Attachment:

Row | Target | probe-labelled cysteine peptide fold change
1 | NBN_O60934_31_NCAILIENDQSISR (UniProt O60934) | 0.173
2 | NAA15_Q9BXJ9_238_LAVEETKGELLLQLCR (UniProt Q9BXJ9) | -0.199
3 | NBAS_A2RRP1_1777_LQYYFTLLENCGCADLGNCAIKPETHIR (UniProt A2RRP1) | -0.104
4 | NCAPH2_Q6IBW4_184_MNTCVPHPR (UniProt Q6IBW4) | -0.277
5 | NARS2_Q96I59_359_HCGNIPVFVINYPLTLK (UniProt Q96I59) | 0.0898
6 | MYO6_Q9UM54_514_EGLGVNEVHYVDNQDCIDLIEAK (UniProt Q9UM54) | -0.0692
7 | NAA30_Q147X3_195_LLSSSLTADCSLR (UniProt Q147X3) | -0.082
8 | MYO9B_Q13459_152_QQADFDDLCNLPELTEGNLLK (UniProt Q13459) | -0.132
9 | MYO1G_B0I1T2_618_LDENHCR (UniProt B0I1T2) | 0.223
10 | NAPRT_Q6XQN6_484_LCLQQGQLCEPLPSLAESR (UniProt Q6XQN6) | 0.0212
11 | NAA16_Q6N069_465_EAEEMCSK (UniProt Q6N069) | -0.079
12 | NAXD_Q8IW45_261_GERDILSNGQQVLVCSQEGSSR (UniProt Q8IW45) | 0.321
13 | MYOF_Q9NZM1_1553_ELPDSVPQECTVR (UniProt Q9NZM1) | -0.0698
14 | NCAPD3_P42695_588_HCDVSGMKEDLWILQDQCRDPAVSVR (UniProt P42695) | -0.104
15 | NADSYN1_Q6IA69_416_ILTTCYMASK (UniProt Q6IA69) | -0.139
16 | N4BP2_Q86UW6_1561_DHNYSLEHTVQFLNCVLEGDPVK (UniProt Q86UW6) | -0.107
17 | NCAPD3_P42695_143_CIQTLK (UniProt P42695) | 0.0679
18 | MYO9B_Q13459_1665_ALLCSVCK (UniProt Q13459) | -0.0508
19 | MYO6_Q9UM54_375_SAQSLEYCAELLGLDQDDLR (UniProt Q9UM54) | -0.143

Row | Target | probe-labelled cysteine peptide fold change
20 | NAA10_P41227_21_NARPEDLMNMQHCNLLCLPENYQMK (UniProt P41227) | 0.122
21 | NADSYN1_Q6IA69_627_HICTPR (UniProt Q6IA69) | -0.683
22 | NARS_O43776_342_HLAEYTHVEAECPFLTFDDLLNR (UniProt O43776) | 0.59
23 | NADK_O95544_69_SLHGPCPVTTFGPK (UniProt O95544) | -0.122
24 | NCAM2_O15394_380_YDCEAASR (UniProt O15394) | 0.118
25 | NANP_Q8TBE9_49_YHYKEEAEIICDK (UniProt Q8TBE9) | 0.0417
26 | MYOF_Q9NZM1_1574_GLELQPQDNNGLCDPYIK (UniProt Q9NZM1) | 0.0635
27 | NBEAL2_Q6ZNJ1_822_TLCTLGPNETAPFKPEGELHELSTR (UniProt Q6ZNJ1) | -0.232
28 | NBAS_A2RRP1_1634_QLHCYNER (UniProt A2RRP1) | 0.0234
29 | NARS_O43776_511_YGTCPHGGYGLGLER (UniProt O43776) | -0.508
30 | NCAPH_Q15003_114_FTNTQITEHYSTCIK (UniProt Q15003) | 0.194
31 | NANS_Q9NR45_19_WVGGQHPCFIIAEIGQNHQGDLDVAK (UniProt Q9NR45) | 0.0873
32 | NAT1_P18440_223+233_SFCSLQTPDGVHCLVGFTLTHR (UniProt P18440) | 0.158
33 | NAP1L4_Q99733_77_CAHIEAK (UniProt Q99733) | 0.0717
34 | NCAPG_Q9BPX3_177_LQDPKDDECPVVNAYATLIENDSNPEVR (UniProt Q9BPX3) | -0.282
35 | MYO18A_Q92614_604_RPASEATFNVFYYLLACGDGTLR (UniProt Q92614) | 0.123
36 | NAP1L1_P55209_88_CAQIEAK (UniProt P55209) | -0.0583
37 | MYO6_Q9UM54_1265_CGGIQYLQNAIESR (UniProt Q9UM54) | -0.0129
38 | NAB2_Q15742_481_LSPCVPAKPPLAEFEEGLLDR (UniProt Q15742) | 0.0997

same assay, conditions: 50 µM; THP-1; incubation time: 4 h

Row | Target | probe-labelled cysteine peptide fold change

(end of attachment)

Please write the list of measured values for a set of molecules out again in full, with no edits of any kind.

Row | Target | probe-labelled cysteine peptide fold change
1 | NBN_O60934_31_NCAILIENDQSISR (UniProt O60934) | 0.173
2 | NAA15_Q9BXJ9_238_LAVEETKGELLLQLCR (UniProt Q9BXJ9) | -0.199
3 | NBAS_A2RRP1_1777_LQYYFTLLENCGCADLGNCAIKPETHIR (UniProt A2RRP1) | -0.104
4 | NCAPH2_Q6IBW4_184_MNTCVPHPR (UniProt Q6IBW4) | -0.277
5 | NARS2_Q96I59_359_HCGNIPVFVINYPLTLK (UniProt Q96I59) | 0.0898
6 | MYO6_Q9UM54_514_EGLGVNEVHYVDNQDCIDLIEAK (UniProt Q9UM54) | -0.0692
7 | NAA30_Q147X3_195_LLSSSLTADCSLR (UniProt Q147X3) | -0.082
8 | MYO9B_Q13459_152_QQADFDDLCNLPELTEGNLLK (UniProt Q13459) | -0.132
9 | MYO1G_B0I1T2_618_LDENHCR (UniProt B0I1T2) | 0.223
10 | NAPRT_Q6XQN6_484_LCLQQGQLCEPLPSLAESR (UniProt Q6XQN6) | 0.0212
11 | NAA16_Q6N069_465_EAEEMCSK (UniProt Q6N069) | -0.079
12 | NAXD_Q8IW45_261_GERDILSNGQQVLVCSQEGSSR (UniProt Q8IW45) | 0.321
13 | MYOF_Q9NZM1_1553_ELPDSVPQECTVR (UniProt Q9NZM1) | -0.0698
14 | NCAPD3_P42695_588_HCDVSGMKEDLWILQDQCRDPAVSVR (UniProt P42695) | -0.104
15 | NADSYN1_Q6IA69_416_ILTTCYMASK (UniProt Q6IA69) | -0.139
16 | N4BP2_Q86UW6_1561_DHNYSLEHTVQFLNCVLEGDPVK (UniProt Q86UW6) | -0.107
17 | NCAPD3_P42695_143_CIQTLK (UniProt P42695) | 0.0679
18 | MYO9B_Q13459_1665_ALLCSVCK (UniProt Q13459) | -0.0508
19 | MYO6_Q9UM54_375_SAQSLEYCAELLGLDQDDLR (UniProt Q9UM54) | -0.143

Row | Target | probe-labelled cysteine peptide fold change
20 | NAA10_P41227_21_NARPEDLMNMQHCNLLCLPENYQMK (UniProt P41227) | 0.122
21 | NADSYN1_Q6IA69_627_HICTPR (UniProt Q6IA69) | -0.683
22 | NARS_O43776_342_HLAEYTHVEAECPFLTFDDLLNR (UniProt O43776) | 0.59
23 | NADK_O95544_69_SLHGPCPVTTFGPK (UniProt O95544) | -0.122
24 | NCAM2_O15394_380_YDCEAASR (UniProt O15394) | 0.118
25 | NANP_Q8TBE9_49_YHYKEEAEIICDK (UniProt Q8TBE9) | 0.0417
26 | MYOF_Q9NZM1_1574_GLELQPQDNNGLCDPYIK (UniProt Q9NZM1) | 0.0635
27 | NBEAL2_Q6ZNJ1_822_TLCTLGPNETAPFKPEGELHELSTR (UniProt Q6ZNJ1) | -0.232
28 | NBAS_A2RRP1_1634_QLHCYNER (UniProt A2RRP1) | 0.0234
29 | NARS_O43776_511_YGTCPHGGYGLGLER (UniProt O43776) | -0.508
30 | NCAPH_Q15003_114_FTNTQITEHYSTCIK (UniProt Q15003) | 0.194
31 | NANS_Q9NR45_19_WVGGQHPCFIIAEIGQNHQGDLDVAK (UniProt Q9NR45) | 0.0873
32 | NAT1_P18440_223+233_SFCSLQTPDGVHCLVGFTLTHR (UniProt P18440) | 0.158
33 | NAP1L4_Q99733_77_CAHIEAK (UniProt Q99733) | 0.0717
34 | NCAPG_Q9BPX3_177_LQDPKDDECPVVNAYATLIENDSNPEVR (UniProt Q9BPX3) | -0.282
35 | MYO18A_Q92614_604_RPASEATFNVFYYLLACGDGTLR (UniProt Q92614) | 0.123
36 | NAP1L1_P55209_88_CAQIEAK (UniProt P55209) | -0.0583
37 | MYO6_Q9UM54_1265_CGGIQYLQNAIESR (UniProt Q9UM54) | -0.0129
38 | NAB2_Q15742_481_LSPCVPAKPPLAEFEEGLLDR (UniProt Q15742) | 0.0997

same assay, conditions: 50 µM; THP-1; incubation time: 4 h

Row | Target | probe-labelled cysteine peptide fold change